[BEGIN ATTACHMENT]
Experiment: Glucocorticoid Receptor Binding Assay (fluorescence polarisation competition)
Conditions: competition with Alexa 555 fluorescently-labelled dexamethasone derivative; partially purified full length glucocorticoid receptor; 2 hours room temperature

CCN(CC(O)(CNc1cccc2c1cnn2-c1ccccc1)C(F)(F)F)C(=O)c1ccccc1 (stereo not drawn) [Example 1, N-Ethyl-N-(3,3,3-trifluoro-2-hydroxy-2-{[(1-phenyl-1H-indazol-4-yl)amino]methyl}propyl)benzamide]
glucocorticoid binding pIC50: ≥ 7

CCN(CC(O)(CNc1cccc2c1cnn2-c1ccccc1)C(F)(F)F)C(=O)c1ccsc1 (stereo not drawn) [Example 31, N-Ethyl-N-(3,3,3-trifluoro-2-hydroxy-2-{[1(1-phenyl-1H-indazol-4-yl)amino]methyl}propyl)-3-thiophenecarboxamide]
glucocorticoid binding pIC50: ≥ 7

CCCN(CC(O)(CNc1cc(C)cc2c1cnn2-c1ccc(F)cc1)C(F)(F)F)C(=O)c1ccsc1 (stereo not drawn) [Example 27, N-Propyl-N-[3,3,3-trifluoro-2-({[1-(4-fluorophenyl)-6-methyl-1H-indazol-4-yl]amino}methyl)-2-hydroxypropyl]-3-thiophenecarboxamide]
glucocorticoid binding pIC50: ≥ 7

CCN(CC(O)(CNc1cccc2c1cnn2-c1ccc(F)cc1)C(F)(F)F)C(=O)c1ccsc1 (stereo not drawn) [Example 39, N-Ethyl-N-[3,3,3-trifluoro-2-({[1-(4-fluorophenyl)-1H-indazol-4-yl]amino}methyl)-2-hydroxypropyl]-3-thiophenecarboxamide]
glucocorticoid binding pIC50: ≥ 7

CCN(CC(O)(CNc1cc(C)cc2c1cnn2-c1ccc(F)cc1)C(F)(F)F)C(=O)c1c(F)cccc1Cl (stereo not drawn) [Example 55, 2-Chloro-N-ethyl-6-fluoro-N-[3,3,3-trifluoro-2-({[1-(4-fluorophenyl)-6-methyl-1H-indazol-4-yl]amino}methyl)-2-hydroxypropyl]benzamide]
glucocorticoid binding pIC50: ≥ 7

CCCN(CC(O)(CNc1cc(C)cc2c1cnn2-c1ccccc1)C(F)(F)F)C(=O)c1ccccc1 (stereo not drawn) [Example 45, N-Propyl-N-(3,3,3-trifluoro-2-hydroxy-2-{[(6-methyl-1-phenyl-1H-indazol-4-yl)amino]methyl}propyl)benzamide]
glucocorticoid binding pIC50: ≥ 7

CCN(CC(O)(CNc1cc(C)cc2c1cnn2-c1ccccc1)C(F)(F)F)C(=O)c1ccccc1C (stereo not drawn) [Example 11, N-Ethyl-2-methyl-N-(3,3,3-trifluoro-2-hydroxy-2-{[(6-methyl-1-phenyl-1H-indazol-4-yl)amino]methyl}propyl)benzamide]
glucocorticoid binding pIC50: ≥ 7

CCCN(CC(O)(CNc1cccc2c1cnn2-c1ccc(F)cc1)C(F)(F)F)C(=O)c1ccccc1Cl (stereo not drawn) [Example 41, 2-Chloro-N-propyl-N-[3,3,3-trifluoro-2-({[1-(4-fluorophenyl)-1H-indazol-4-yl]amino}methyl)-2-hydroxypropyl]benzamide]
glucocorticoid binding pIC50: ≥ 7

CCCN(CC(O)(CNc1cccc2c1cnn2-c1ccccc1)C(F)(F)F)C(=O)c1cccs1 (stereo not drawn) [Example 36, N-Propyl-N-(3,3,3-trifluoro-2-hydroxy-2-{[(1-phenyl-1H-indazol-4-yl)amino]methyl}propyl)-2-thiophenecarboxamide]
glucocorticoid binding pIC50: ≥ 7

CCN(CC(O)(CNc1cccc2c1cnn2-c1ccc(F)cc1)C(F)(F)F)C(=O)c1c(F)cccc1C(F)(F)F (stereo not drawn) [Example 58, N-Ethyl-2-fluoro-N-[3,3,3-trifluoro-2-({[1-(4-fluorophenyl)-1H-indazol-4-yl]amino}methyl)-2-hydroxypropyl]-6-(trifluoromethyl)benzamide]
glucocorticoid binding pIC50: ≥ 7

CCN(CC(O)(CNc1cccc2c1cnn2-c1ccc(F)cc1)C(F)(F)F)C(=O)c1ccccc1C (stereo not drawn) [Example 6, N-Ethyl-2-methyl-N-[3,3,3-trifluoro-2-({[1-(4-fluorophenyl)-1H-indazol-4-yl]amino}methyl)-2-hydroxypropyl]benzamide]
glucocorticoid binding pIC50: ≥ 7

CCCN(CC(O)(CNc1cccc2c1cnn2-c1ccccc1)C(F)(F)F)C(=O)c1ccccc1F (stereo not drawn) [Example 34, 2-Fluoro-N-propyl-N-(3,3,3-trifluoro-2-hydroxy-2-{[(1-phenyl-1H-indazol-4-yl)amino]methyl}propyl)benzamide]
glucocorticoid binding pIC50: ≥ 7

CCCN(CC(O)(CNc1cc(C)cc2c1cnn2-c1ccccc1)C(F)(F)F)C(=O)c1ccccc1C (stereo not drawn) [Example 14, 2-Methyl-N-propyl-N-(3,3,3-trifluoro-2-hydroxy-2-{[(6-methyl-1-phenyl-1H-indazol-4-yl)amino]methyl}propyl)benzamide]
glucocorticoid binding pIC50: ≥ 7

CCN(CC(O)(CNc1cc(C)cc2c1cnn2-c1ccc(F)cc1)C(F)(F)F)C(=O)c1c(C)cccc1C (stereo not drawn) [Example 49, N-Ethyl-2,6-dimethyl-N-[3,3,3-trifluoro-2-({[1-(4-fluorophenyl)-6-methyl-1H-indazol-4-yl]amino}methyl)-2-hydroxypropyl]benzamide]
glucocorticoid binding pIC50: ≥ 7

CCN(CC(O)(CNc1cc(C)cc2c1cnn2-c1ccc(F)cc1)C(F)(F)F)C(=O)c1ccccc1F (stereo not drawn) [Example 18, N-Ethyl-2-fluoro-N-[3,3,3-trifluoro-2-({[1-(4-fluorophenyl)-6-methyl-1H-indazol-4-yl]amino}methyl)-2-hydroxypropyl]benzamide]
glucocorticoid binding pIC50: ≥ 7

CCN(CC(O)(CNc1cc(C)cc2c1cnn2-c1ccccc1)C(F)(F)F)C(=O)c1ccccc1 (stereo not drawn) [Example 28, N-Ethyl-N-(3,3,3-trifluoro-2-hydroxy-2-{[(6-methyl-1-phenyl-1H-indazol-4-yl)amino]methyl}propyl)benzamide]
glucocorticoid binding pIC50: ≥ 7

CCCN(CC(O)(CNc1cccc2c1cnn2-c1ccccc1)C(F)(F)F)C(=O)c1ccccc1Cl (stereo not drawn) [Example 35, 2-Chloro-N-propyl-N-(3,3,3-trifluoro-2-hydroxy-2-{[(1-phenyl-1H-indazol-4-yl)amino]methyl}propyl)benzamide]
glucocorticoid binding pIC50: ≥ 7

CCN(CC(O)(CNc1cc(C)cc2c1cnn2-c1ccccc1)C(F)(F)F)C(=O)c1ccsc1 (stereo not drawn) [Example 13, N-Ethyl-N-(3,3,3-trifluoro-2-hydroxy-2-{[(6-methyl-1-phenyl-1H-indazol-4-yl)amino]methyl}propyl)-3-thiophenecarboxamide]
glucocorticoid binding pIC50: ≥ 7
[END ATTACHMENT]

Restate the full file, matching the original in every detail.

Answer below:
Experiment: Glucocorticoid Receptor Binding Assay (fluorescence polarisation competition)
Conditions: competition with Alexa 555 fluorescently-labelled dexamethasone derivative; partially purified full length glucocorticoid receptor; 2 hours room temperature

CCN(CC(O)(CNc1cccc2c1cnn2-c1ccccc1)C(F)(F)F)C(=O)c1ccccc1 (stereo not drawn) [Example 1, N-Ethyl-N-(3,3,3-trifluoro-2-hydroxy-2-{[(1-phenyl-1H-indazol-4-yl)amino]methyl}propyl)benzamide]
glucocorticoid binding pIC50: ≥ 7

CCN(CC(O)(CNc1cccc2c1cnn2-c1ccccc1)C(F)(F)F)C(=O)c1ccsc1 (stereo not drawn) [Example 31, N-Ethyl-N-(3,3,3-trifluoro-2-hydroxy-2-{[1(1-phenyl-1H-indazol-4-yl)amino]methyl}propyl)-3-thiophenecarboxamide]
glucocorticoid binding pIC50: ≥ 7

CCCN(CC(O)(CNc1cc(C)cc2c1cnn2-c1ccc(F)cc1)C(F)(F)F)C(=O)c1ccsc1 (stereo not drawn) [Example 27, N-Propyl-N-[3,3,3-trifluoro-2-({[1-(4-fluorophenyl)-6-methyl-1H-indazol-4-yl]amino}methyl)-2-hydroxypropyl]-3-thiophenecarboxamide]
glucocorticoid binding pIC50: ≥ 7

CCN(CC(O)(CNc1cccc2c1cnn2-c1ccc(F)cc1)C(F)(F)F)C(=O)c1ccsc1 (stereo not drawn) [Example 39, N-Ethyl-N-[3,3,3-trifluoro-2-({[1-(4-fluorophenyl)-1H-indazol-4-yl]amino}methyl)-2-hydroxypropyl]-3-thiophenecarboxamide]
glucocorticoid binding pIC50: ≥ 7

CCN(CC(O)(CNc1cc(C)cc2c1cnn2-c1ccc(F)cc1)C(F)(F)F)C(=O)c1c(F)cccc1Cl (stereo not drawn) [Example 55, 2-Chloro-N-ethyl-6-fluoro-N-[3,3,3-trifluoro-2-({[1-(4-fluorophenyl)-6-methyl-1H-indazol-4-yl]amino}methyl)-2-hydroxypropyl]benzamide]
glucocorticoid binding pIC50: ≥ 7

CCCN(CC(O)(CNc1cc(C)cc2c1cnn2-c1ccccc1)C(F)(F)F)C(=O)c1ccccc1 (stereo not drawn) [Example 45, N-Propyl-N-(3,3,3-trifluoro-2-hydroxy-2-{[(6-methyl-1-phenyl-1H-indazol-4-yl)amino]methyl}propyl)benzamide]
glucocorticoid binding pIC50: ≥ 7

CCN(CC(O)(CNc1cc(C)cc2c1cnn2-c1ccccc1)C(F)(F)F)C(=O)c1ccccc1C (stereo not drawn) [Example 11, N-Ethyl-2-methyl-N-(3,3,3-trifluoro-2-hydroxy-2-{[(6-methyl-1-phenyl-1H-indazol-4-yl)amino]methyl}propyl)benzamide]
glucocorticoid binding pIC50: ≥ 7

CCCN(CC(O)(CNc1cccc2c1cnn2-c1ccc(F)cc1)C(F)(F)F)C(=O)c1ccccc1Cl (stereo not drawn) [Example 41, 2-Chloro-N-propyl-N-[3,3,3-trifluoro-2-({[1-(4-fluorophenyl)-1H-indazol-4-yl]amino}methyl)-2-hydroxypropyl]benzamide]
glucocorticoid binding pIC50: ≥ 7

CCCN(CC(O)(CNc1cccc2c1cnn2-c1ccccc1)C(F)(F)F)C(=O)c1cccs1 (stereo not drawn) [Example 36, N-Propyl-N-(3,3,3-trifluoro-2-hydroxy-2-{[(1-phenyl-1H-indazol-4-yl)amino]methyl}propyl)-2-thiophenecarboxamide]
glucocorticoid binding pIC50: ≥ 7

CCN(CC(O)(CNc1cccc2c1cnn2-c1ccc(F)cc1)C(F)(F)F)C(=O)c1c(F)cccc1C(F)(F)F (stereo not drawn) [Example 58, N-Ethyl-2-fluoro-N-[3,3,3-trifluoro-2-({[1-(4-fluorophenyl)-1H-indazol-4-yl]amino}methyl)-2-hydroxypropyl]-6-(trifluoromethyl)benzamide]
glucocorticoid binding pIC50: ≥ 7

CCN(CC(O)(CNc1cccc2c1cnn2-c1ccc(F)cc1)C(F)(F)F)C(=O)c1ccccc1C (stereo not drawn) [Example 6, N-Ethyl-2-methyl-N-[3,3,3-trifluoro-2-({[1-(4-fluorophenyl)-1H-indazol-4-yl]amino}methyl)-2-hydroxypropyl]benzamide]
glucocorticoid binding pIC50: ≥ 7

CCCN(CC(O)(CNc1cccc2c1cnn2-c1ccccc1)C(F)(F)F)C(=O)c1ccccc1F (stereo not drawn) [Example 34, 2-Fluoro-N-propyl-N-(3,3,3-trifluoro-2-hydroxy-2-{[(1-phenyl-1H-indazol-4-yl)amino]methyl}propyl)benzamide]
glucocorticoid binding pIC50: ≥ 7

CCCN(CC(O)(CNc1cc(C)cc2c1cnn2-c1ccccc1)C(F)(F)F)C(=O)c1ccccc1C (stereo not drawn) [Example 14, 2-Methyl-N-propyl-N-(3,3,3-trifluoro-2-hydroxy-2-{[(6-methyl-1-phenyl-1H-indazol-4-yl)amino]methyl}propyl)benzamide]
glucocorticoid binding pIC50: ≥ 7

CCN(CC(O)(CNc1cc(C)cc2c1cnn2-c1ccc(F)cc1)C(F)(F)F)C(=O)c1c(C)cccc1C (stereo not drawn) [Example 49, N-Ethyl-2,6-dimethyl-N-[3,3,3-trifluoro-2-({[1-(4-fluorophenyl)-6-methyl-1H-indazol-4-yl]amino}methyl)-2-hydroxypropyl]benzamide]
glucocorticoid binding pIC50: ≥ 7

CCN(CC(O)(CNc1cc(C)cc2c1cnn2-c1ccc(F)cc1)C(F)(F)F)C(=O)c1ccccc1F (stereo not drawn) [Example 18, N-Ethyl-2-fluoro-N-[3,3,3-trifluoro-2-({[1-(4-fluorophenyl)-6-methyl-1H-indazol-4-yl]amino}methyl)-2-hydroxypropyl]benzamide]
glucocorticoid binding pIC50: ≥ 7

CCN(CC(O)(CNc1cc(C)cc2c1cnn2-c1ccccc1)C(F)(F)F)C(=O)c1ccccc1 (stereo not drawn) [Example 28, N-Ethyl-N-(3,3,3-trifluoro-2-hydroxy-2-{[(6-methyl-1-phenyl-1H-indazol-4-yl)amino]methyl}propyl)benzamide]
glucocorticoid binding pIC50: ≥ 7

CCCN(CC(O)(CNc1cccc2c1cnn2-c1ccccc1)C(F)(F)F)C(=O)c1ccccc1Cl (stereo not drawn) [Example 35, 2-Chloro-N-propyl-N-(3,3,3-trifluoro-2-hydroxy-2-{[(1-phenyl-1H-indazol-4-yl)amino]methyl}propyl)benzamide]
glucocorticoid binding pIC50: ≥ 7

CCN(CC(O)(CNc1cc(C)cc2c1cnn2-c1ccccc1)C(F)(F)F)C(=O)c1ccsc1 (stereo not drawn) [Example 13, N-Ethyl-N-(3,3,3-trifluoro-2-hydroxy-2-{[(6-methyl-1-phenyl-1H-indazol-4-yl)amino]methyl}propyl)-3-thiophenecarboxamide]
glucocorticoid binding pIC50: ≥ 7